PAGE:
The case for new construction in a tight manufacturing real estate market

Manufacturing is alive and well, but there are underlying, uncontrollable factors that are affecting this sector.

For instance, despite the lowest unemployment numbers in the U.S. in decades, there are still thousands of manufacturing positions left unfilled and a shortage that is affecting companies’ relocation and expansion considerations.

“The brick-and-mortar aspect of a move will be just about equivalent regardless of location,” says Joseph V. Barna, Principal at Cushman & Wakefield/CRESCO Real Estate. “But there’s no sense in making a significant investment into a facility if your location makes it difficult to attract a workforce capable of getting the necessary production out of it.”

Manufacturing is also being reshaped by ever-advancing technology and shifting trends in logistics. Companies in the manufacturing sector need to understand all the ways in which their facility and its location affect its ability to operate successfully, both today and in the future.

Smart Business spoke with Barna about the ways in which these trends should inform manufacturers’ real estate decisions.

How are these trends affecting the decision between new construction and retrofitting existing buildings?
Northeast Ohio has possibly its lowest industrial vacancy rate in 30 years — about 3.5 percent on average. However, 80 percent of the limited available properties are considered obsolete in that they’re inefficient and can’t be economically retrofitted to meet today’s demands.

Getting what they want means a facility with state-of-the-art amenities and sophisticated, energy-efficient mechanicals. Coupled with municipal or state tax abatements, companies are finding that new construction is the better way to go.

The right work environment is not only necessary for operational efficiency, but also to secure and keep employees. Today’s manufacturing employees don’t want to work in a dark, dirty environment. And because talented, experienced workers are in demand, they can be fickle about their choice of employer.

What should owners who decide to build keep in mind as they design their space?
Think about the future. Buy more land than is currently needed to facilitate expansion. That will also make the property appealing to future users, increasing its future value.

Having additional land available for expansion can also accommodate the changing needs of some users. For example, companies once needed the additional space to stage a number of trucks and trailers. With trends shifting in fulfillment, that land is more often used for employee parking — sometimes thousands of parking spaces. By understanding the trends, a property can be set up to meet future needs.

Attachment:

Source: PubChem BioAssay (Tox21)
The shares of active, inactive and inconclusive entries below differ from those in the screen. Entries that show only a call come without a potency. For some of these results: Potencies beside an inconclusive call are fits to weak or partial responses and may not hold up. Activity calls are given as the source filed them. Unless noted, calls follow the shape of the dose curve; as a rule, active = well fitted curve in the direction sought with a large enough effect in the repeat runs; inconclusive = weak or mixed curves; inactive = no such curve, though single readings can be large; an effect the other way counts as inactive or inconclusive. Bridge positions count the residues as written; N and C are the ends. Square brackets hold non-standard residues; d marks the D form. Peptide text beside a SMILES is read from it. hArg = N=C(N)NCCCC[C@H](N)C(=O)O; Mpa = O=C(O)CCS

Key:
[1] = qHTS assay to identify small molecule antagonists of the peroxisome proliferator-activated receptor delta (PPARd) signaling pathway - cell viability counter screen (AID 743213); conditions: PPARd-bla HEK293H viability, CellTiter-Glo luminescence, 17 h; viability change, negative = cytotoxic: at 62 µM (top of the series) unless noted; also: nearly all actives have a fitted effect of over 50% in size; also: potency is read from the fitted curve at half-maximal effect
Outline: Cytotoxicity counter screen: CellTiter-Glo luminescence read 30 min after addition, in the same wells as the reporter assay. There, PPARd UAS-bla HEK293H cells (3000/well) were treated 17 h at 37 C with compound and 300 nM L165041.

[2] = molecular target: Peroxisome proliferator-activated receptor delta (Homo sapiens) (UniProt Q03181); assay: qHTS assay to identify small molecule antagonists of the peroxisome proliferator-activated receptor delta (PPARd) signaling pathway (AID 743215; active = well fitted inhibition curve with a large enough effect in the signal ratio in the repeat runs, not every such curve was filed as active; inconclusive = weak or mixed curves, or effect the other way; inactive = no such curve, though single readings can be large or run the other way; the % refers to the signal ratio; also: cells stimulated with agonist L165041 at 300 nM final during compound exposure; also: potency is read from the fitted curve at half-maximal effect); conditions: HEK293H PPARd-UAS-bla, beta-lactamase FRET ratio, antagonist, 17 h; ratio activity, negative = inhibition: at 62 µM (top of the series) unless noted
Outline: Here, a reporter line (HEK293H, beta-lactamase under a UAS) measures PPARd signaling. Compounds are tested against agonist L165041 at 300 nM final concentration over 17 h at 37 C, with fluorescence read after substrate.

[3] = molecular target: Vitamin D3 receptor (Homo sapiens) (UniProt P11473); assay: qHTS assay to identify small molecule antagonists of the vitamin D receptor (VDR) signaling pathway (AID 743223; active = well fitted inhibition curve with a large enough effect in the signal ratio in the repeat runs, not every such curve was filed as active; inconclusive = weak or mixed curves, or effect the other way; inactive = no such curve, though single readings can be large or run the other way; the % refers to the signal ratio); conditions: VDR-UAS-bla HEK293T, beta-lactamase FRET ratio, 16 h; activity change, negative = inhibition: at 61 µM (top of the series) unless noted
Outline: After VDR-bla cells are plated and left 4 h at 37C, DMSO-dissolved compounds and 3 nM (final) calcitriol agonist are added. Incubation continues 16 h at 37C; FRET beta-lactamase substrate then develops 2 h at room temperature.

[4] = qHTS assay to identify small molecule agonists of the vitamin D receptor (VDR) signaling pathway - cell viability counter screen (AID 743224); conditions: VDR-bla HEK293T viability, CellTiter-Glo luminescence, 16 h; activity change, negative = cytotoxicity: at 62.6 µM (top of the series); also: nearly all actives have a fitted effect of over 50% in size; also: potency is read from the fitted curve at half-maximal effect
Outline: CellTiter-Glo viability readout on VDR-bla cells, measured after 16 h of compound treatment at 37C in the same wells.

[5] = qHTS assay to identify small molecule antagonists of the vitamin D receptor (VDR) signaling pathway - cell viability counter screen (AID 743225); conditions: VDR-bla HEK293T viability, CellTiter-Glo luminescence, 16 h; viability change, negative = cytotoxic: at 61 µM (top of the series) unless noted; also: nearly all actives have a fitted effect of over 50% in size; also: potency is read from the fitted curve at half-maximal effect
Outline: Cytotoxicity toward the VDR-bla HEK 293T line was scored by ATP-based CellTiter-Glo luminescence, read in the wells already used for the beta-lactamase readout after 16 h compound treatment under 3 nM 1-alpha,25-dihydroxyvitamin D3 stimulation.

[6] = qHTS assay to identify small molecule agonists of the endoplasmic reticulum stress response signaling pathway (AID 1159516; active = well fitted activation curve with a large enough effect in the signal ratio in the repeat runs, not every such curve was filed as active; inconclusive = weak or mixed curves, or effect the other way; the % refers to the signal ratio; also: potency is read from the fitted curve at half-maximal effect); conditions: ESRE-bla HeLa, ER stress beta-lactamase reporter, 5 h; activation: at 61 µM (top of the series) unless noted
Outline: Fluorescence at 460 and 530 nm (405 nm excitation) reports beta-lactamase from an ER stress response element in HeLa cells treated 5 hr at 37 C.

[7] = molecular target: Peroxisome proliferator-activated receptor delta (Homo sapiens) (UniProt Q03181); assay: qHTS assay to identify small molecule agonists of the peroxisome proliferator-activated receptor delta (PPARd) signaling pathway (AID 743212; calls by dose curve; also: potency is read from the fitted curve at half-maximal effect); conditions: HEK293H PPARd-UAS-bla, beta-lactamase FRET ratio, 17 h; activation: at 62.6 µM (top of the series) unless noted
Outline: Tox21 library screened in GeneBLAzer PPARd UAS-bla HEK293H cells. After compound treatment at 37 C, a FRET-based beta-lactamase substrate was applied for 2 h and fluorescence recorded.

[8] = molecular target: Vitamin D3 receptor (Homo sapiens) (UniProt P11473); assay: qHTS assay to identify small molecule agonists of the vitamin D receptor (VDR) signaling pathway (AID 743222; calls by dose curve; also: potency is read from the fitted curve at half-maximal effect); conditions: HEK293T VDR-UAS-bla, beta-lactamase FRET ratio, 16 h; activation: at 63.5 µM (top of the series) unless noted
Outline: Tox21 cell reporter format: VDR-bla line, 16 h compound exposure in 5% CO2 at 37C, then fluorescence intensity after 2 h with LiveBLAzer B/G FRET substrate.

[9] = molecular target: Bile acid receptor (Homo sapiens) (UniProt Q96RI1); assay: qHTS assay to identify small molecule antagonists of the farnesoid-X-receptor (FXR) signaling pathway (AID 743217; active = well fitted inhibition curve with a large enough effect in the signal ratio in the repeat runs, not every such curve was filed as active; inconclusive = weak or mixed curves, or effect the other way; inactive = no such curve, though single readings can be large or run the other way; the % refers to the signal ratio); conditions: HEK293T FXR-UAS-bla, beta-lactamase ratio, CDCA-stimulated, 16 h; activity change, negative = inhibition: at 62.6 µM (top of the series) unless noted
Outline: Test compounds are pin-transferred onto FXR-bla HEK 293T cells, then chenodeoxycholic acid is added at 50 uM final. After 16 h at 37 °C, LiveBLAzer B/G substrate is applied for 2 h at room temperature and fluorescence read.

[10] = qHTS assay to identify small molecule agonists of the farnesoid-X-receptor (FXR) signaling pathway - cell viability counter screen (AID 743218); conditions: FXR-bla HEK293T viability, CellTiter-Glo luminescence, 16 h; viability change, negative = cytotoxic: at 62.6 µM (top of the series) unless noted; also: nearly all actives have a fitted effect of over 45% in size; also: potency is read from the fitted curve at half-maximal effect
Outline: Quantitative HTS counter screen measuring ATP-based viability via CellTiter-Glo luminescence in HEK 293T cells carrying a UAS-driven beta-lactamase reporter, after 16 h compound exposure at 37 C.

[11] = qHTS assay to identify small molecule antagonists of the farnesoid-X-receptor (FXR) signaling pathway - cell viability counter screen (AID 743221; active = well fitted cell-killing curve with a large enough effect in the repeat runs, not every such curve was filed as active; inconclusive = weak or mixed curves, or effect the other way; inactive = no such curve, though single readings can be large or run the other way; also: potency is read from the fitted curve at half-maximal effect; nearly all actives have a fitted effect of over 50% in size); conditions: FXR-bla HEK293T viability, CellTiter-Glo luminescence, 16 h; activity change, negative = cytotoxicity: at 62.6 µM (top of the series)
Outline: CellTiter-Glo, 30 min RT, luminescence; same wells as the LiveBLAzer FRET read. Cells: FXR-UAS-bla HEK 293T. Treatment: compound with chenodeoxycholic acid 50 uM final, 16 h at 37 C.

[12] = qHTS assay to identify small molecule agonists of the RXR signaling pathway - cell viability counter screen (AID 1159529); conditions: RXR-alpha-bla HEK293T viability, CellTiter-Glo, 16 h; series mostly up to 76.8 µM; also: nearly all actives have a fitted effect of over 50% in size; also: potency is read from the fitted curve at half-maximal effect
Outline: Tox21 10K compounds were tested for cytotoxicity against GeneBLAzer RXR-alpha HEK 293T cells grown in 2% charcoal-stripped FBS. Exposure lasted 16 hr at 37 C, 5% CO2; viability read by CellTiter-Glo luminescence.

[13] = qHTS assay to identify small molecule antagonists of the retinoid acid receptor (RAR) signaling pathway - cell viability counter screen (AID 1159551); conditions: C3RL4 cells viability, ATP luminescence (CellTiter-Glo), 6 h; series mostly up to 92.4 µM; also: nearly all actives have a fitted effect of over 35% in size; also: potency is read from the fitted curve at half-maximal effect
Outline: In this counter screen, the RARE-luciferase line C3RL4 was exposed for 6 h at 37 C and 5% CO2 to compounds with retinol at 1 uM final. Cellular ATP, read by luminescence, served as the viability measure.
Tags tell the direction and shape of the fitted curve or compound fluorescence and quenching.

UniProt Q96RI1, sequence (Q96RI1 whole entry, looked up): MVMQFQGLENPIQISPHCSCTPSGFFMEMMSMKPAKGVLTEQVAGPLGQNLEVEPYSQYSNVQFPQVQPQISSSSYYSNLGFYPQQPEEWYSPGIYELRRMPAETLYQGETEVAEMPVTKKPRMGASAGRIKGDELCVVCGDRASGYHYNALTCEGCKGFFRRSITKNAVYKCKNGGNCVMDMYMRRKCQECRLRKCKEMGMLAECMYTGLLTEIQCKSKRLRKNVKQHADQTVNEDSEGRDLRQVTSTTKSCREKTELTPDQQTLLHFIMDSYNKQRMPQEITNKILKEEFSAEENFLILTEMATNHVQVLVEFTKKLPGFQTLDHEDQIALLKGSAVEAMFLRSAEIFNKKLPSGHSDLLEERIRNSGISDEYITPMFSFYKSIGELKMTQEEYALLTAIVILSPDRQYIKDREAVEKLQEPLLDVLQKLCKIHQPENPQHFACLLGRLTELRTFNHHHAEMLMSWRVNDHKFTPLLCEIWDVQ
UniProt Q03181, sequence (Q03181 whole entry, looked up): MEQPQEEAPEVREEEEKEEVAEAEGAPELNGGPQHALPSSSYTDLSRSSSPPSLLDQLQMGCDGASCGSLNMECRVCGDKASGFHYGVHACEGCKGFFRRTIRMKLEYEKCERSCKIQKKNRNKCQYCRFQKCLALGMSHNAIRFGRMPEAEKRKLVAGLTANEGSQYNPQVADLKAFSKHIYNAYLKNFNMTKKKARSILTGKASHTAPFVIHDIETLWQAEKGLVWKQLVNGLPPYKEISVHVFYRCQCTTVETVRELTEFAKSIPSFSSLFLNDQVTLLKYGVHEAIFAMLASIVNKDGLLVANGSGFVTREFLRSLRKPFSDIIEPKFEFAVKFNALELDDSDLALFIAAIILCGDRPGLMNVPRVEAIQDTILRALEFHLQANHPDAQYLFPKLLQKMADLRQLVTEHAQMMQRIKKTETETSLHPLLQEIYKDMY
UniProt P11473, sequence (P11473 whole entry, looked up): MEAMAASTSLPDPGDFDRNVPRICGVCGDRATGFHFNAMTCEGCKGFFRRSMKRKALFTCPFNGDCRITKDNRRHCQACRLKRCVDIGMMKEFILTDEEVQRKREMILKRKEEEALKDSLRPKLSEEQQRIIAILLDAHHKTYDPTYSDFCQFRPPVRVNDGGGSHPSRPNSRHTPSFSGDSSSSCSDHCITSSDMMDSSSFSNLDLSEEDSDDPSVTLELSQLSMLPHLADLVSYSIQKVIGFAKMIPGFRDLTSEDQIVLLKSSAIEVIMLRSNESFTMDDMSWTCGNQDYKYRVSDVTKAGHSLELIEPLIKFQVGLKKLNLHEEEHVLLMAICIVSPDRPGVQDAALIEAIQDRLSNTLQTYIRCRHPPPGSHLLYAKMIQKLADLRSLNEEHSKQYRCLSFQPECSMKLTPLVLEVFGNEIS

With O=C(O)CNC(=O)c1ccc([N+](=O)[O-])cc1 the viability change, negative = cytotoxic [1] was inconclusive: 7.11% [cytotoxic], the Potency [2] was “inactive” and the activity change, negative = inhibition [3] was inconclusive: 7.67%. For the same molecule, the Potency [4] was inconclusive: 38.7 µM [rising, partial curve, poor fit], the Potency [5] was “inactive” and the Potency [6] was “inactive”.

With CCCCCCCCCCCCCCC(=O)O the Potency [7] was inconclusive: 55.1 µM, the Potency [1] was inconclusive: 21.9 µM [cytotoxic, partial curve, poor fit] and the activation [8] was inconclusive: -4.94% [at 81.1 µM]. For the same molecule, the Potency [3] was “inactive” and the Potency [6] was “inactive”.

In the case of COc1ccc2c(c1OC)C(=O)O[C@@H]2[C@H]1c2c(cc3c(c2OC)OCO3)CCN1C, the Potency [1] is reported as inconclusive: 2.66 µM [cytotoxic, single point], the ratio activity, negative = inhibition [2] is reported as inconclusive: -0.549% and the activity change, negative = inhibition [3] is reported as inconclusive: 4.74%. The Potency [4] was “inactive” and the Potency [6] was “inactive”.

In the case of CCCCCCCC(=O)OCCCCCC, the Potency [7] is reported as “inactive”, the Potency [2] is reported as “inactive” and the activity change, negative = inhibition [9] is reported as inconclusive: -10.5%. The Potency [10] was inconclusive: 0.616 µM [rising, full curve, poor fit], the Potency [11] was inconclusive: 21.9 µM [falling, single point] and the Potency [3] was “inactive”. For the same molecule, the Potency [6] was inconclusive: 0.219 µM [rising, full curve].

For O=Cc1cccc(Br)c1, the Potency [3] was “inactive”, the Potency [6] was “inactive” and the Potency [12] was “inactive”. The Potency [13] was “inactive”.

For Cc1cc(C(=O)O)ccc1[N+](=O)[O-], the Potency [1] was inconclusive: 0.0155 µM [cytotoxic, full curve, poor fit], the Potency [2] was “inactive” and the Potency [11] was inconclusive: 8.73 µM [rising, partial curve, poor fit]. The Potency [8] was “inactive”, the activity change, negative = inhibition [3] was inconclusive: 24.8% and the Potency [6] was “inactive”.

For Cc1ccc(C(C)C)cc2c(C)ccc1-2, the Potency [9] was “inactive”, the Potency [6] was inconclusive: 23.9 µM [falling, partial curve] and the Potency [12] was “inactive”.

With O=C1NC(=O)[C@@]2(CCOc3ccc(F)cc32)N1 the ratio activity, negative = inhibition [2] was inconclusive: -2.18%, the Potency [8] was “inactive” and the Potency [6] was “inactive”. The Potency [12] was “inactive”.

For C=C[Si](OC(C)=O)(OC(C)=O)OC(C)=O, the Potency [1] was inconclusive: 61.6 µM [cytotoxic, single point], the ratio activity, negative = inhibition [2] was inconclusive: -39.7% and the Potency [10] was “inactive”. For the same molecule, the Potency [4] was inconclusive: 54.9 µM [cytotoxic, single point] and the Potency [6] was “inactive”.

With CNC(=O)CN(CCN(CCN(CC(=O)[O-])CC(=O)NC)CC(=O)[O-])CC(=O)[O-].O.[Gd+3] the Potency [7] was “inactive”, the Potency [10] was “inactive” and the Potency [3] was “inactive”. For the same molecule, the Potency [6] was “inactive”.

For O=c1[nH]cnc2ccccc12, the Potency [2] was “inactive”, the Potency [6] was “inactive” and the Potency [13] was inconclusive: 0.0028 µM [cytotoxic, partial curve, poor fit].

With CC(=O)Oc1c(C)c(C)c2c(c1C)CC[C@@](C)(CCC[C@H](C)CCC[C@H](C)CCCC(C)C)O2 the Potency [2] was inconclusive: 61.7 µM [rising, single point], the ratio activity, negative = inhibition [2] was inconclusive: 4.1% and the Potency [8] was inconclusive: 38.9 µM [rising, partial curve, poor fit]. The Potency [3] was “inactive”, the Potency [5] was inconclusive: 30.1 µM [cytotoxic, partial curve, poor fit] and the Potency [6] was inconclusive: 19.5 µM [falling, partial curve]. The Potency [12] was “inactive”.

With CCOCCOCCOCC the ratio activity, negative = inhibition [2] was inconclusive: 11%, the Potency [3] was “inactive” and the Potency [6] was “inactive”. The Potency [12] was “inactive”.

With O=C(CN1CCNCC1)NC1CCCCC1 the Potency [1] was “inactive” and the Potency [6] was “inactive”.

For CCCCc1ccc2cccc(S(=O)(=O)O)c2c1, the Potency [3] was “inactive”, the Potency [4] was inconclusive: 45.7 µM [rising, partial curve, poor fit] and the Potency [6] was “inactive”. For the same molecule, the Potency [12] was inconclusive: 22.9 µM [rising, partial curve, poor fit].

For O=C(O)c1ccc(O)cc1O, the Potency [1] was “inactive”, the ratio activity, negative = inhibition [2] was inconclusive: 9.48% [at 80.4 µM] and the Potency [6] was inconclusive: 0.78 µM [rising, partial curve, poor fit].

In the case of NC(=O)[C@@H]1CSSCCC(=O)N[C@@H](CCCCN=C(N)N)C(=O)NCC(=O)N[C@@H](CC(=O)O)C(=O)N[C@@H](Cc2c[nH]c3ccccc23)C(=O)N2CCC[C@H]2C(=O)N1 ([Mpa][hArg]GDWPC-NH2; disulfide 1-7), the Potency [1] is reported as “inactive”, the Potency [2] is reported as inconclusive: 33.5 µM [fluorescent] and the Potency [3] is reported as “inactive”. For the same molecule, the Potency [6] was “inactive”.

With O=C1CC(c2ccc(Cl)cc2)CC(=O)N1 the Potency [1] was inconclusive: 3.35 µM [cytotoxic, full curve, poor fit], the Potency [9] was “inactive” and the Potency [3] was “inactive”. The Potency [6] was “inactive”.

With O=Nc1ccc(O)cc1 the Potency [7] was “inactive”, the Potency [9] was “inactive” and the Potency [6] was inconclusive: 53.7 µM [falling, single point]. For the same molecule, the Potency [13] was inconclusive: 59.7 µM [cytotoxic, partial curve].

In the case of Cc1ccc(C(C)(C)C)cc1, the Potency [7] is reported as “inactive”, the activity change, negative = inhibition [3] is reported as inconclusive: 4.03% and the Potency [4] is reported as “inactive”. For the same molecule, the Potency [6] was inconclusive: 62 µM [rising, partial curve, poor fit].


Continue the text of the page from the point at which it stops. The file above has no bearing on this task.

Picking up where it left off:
Construct a facility that’s easy to convert for alternative uses. That likely means a rectangular shape, having ample docks for trucks, a ceiling clearance of 28 to 34 feet and extra land regardless of what’s needed for current operations.

New construction will cost just about the same to put a building up in the middle of the city as it would in a suburban park. To protect the facility’s ongoing appreciation, it’s better to build in a high-demand area that’s more likely to increase in value. Then, when it’s time to sell, the upside appreciation will be significantly better than if it were located in a low-demand area.

Always keep the exit strategy in mind. In addition to the physical structure, features such as good highway access and proximity to the workforce are always desirable.

Why is it important to think about the future when considering a move?
Owners need to understand their company’s long-term growth forecast because what may be a perfect building for today’s needs might not accommodate future growth. Understand the total operating costs of a facility. That’s more than the cost of the brick-and-mortar building. It’s how much it costs to keep it running with new energy-efficient mechanical systems.

Do a thorough analysis before making any move and get consultation from trusted advisers — an attorney, real estate expert, financial adviser or construction provider — because there are many considerations to make. With such a significant investment, even little mistakes can affect the outcome and future value.

Insights Real Estate is brought to you by Cushman & Wakefield/CRESCO Real Estate